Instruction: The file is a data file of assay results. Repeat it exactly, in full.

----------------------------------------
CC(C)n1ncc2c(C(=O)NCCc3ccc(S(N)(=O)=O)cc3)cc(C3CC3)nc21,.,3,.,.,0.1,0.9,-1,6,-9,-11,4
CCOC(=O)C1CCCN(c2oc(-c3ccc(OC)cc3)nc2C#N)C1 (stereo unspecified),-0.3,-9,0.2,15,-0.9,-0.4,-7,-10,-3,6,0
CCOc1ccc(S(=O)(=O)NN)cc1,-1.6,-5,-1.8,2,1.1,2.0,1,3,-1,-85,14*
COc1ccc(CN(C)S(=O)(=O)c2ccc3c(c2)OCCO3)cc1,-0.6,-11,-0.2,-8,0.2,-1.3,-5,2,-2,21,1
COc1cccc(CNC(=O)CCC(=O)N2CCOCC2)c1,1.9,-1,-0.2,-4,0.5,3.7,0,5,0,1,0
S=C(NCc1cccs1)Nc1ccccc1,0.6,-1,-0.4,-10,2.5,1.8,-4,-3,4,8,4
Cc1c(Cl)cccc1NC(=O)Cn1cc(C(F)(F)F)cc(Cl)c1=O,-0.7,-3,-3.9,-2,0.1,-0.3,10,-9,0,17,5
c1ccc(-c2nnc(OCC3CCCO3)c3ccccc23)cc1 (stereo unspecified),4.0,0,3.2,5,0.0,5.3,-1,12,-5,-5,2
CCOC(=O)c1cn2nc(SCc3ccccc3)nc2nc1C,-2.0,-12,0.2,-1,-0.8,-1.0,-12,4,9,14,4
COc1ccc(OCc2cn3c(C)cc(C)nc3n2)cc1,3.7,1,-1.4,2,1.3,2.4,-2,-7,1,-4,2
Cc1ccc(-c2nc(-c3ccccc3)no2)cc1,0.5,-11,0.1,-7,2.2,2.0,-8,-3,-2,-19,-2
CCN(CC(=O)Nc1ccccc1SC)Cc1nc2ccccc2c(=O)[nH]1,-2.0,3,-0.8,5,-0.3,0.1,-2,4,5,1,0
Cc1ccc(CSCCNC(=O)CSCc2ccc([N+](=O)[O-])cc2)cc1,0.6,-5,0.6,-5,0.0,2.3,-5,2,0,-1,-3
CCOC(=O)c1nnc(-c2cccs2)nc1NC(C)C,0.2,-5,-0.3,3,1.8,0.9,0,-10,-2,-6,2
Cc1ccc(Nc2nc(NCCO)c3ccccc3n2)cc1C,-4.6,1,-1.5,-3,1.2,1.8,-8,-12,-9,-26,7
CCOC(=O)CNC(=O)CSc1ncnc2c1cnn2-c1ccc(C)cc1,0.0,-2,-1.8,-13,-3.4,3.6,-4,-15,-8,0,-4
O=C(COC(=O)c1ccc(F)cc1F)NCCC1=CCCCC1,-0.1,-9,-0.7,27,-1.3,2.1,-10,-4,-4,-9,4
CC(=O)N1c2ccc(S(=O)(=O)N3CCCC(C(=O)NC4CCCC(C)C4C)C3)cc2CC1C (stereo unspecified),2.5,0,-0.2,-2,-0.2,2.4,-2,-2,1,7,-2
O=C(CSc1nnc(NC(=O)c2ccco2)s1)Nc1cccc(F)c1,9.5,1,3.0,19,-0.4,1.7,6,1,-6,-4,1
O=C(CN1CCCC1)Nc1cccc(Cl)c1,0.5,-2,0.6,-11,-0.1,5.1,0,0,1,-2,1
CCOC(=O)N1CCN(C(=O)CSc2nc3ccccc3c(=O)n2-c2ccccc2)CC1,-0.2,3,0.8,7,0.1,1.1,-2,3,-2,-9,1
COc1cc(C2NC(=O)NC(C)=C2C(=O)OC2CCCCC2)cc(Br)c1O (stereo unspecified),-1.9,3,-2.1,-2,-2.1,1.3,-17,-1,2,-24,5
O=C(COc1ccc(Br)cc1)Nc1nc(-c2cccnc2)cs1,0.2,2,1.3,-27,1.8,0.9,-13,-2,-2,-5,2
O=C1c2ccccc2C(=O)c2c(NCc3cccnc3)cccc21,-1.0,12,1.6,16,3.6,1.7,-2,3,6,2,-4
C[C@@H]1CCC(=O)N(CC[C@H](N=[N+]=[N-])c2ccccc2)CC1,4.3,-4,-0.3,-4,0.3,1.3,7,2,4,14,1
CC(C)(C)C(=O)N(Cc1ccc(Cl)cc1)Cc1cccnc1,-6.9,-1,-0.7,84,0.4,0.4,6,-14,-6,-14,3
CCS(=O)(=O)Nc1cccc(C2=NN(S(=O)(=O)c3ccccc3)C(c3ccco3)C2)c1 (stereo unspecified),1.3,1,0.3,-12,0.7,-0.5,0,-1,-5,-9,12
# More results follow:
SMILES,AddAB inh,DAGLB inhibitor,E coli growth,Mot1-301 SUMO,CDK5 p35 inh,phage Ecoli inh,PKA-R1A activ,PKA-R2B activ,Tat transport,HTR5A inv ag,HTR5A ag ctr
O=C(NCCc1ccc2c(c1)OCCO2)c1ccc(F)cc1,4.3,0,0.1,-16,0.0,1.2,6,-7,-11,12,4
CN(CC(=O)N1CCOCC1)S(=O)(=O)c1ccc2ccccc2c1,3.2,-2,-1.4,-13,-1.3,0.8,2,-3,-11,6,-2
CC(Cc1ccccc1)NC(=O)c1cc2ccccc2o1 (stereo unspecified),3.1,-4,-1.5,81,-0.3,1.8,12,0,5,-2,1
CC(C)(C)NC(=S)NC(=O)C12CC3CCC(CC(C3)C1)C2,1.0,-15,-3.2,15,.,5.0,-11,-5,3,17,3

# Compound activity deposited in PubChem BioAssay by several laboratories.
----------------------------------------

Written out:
CC(C)n1ncc2c(C(=O)NCCc3ccc(S(N)(=O)=O)cc3)cc(C3CC3)nc21,.,3,.,.,0.1,0.9,-1,6,-9,-11,4
CCOC(=O)C1CCCN(c2oc(-c3ccc(OC)cc3)nc2C#N)C1 (stereo unspecified),-0.3,-9,0.2,15,-0.9,-0.4,-7,-10,-3,6,0
CCOc1ccc(S(=O)(=O)NN)cc1,-1.6,-5,-1.8,2,1.1,2.0,1,3,-1,-85,14*
COc1ccc(CN(C)S(=O)(=O)c2ccc3c(c2)OCCO3)cc1,-0.6,-11,-0.2,-8,0.2,-1.3,-5,2,-2,21,1
COc1cccc(CNC(=O)CCC(=O)N2CCOCC2)c1,1.9,-1,-0.2,-4,0.5,3.7,0,5,0,1,0
S=C(NCc1cccs1)Nc1ccccc1,0.6,-1,-0.4,-10,2.5,1.8,-4,-3,4,8,4
Cc1c(Cl)cccc1NC(=O)Cn1cc(C(F)(F)F)cc(Cl)c1=O,-0.7,-3,-3.9,-2,0.1,-0.3,10,-9,0,17,5
c1ccc(-c2nnc(OCC3CCCO3)c3ccccc23)cc1 (stereo unspecified),4.0,0,3.2,5,0.0,5.3,-1,12,-5,-5,2
CCOC(=O)c1cn2nc(SCc3ccccc3)nc2nc1C,-2.0,-12,0.2,-1,-0.8,-1.0,-12,4,9,14,4
COc1ccc(OCc2cn3c(C)cc(C)nc3n2)cc1,3.7,1,-1.4,2,1.3,2.4,-2,-7,1,-4,2
Cc1ccc(-c2nc(-c3ccccc3)no2)cc1,0.5,-11,0.1,-7,2.2,2.0,-8,-3,-2,-19,-2
CCN(CC(=O)Nc1ccccc1SC)Cc1nc2ccccc2c(=O)[nH]1,-2.0,3,-0.8,5,-0.3,0.1,-2,4,5,1,0
Cc1ccc(CSCCNC(=O)CSCc2ccc([N+](=O)[O-])cc2)cc1,0.6,-5,0.6,-5,0.0,2.3,-5,2,0,-1,-3
CCOC(=O)c1nnc(-c2cccs2)nc1NC(C)C,0.2,-5,-0.3,3,1.8,0.9,0,-10,-2,-6,2
Cc1ccc(Nc2nc(NCCO)c3ccccc3n2)cc1C,-4.6,1,-1.5,-3,1.2,1.8,-8,-12,-9,-26,7
CCOC(=O)CNC(=O)CSc1ncnc2c1cnn2-c1ccc(C)cc1,0.0,-2,-1.8,-13,-3.4,3.6,-4,-15,-8,0,-4
O=C(COC(=O)c1ccc(F)cc1F)NCCC1=CCCCC1,-0.1,-9,-0.7,27,-1.3,2.1,-10,-4,-4,-9,4
CC(=O)N1c2ccc(S(=O)(=O)N3CCCC(C(=O)NC4CCCC(C)C4C)C3)cc2CC1C (stereo unspecified),2.5,0,-0.2,-2,-0.2,2.4,-2,-2,1,7,-2
O=C(CSc1nnc(NC(=O)c2ccco2)s1)Nc1cccc(F)c1,9.5,1,3.0,19,-0.4,1.7,6,1,-6,-4,1
O=C(CN1CCCC1)Nc1cccc(Cl)c1,0.5,-2,0.6,-11,-0.1,5.1,0,0,1,-2,1
CCOC(=O)N1CCN(C(=O)CSc2nc3ccccc3c(=O)n2-c2ccccc2)CC1,-0.2,3,0.8,7,0.1,1.1,-2,3,-2,-9,1
COc1cc(C2NC(=O)NC(C)=C2C(=O)OC2CCCCC2)cc(Br)c1O (stereo unspecified),-1.9,3,-2.1,-2,-2.1,1.3,-17,-1,2,-24,5
O=C(COc1ccc(Br)cc1)Nc1nc(-c2cccnc2)cs1,0.2,2,1.3,-27,1.8,0.9,-13,-2,-2,-5,2
O=C1c2ccccc2C(=O)c2c(NCc3cccnc3)cccc21,-1.0,12,1.6,16,3.6,1.7,-2,3,6,2,-4
C[C@@H]1CCC(=O)N(CC[C@H](N=[N+]=[N-])c2ccccc2)CC1,4.3,-4,-0.3,-4,0.3,1.3,7,2,4,14,1
CC(C)(C)C(=O)N(Cc1ccc(Cl)cc1)Cc1cccnc1,-6.9,-1,-0.7,84,0.4,0.4,6,-14,-6,-14,3
CCS(=O)(=O)Nc1cccc(C2=NN(S(=O)(=O)c3ccccc3)C(c3ccco3)C2)c1 (stereo unspecified),1.3,1,0.3,-12,0.7,-0.5,0,-1,-5,-9,12
# More results follow:
SMILES,AddAB inh,DAGLB inhibitor,E coli growth,Mot1-301 SUMO,CDK5 p35 inh,phage Ecoli inh,PKA-R1A activ,PKA-R2B activ,Tat transport,HTR5A inv ag,HTR5A ag ctr
O=C(NCCc1ccc2c(c1)OCCO2)c1ccc(F)cc1,4.3,0,0.1,-16,0.0,1.2,6,-7,-11,12,4
CN(CC(=O)N1CCOCC1)S(=O)(=O)c1ccc2ccccc2c1,3.2,-2,-1.4,-13,-1.3,0.8,2,-3,-11,6,-2
CC(Cc1ccccc1)NC(=O)c1cc2ccccc2o1 (stereo unspecified),3.1,-4,-1.5,81,-0.3,1.8,12,0,5,-2,1
CC(C)(C)NC(=S)NC(=O)C12CC3CCC(CC(C3)C1)C2,1.0,-15,-3.2,15,.,5.0,-11,-5,3,17,3

# Compound activity deposited in PubChem BioAssay by several laboratories.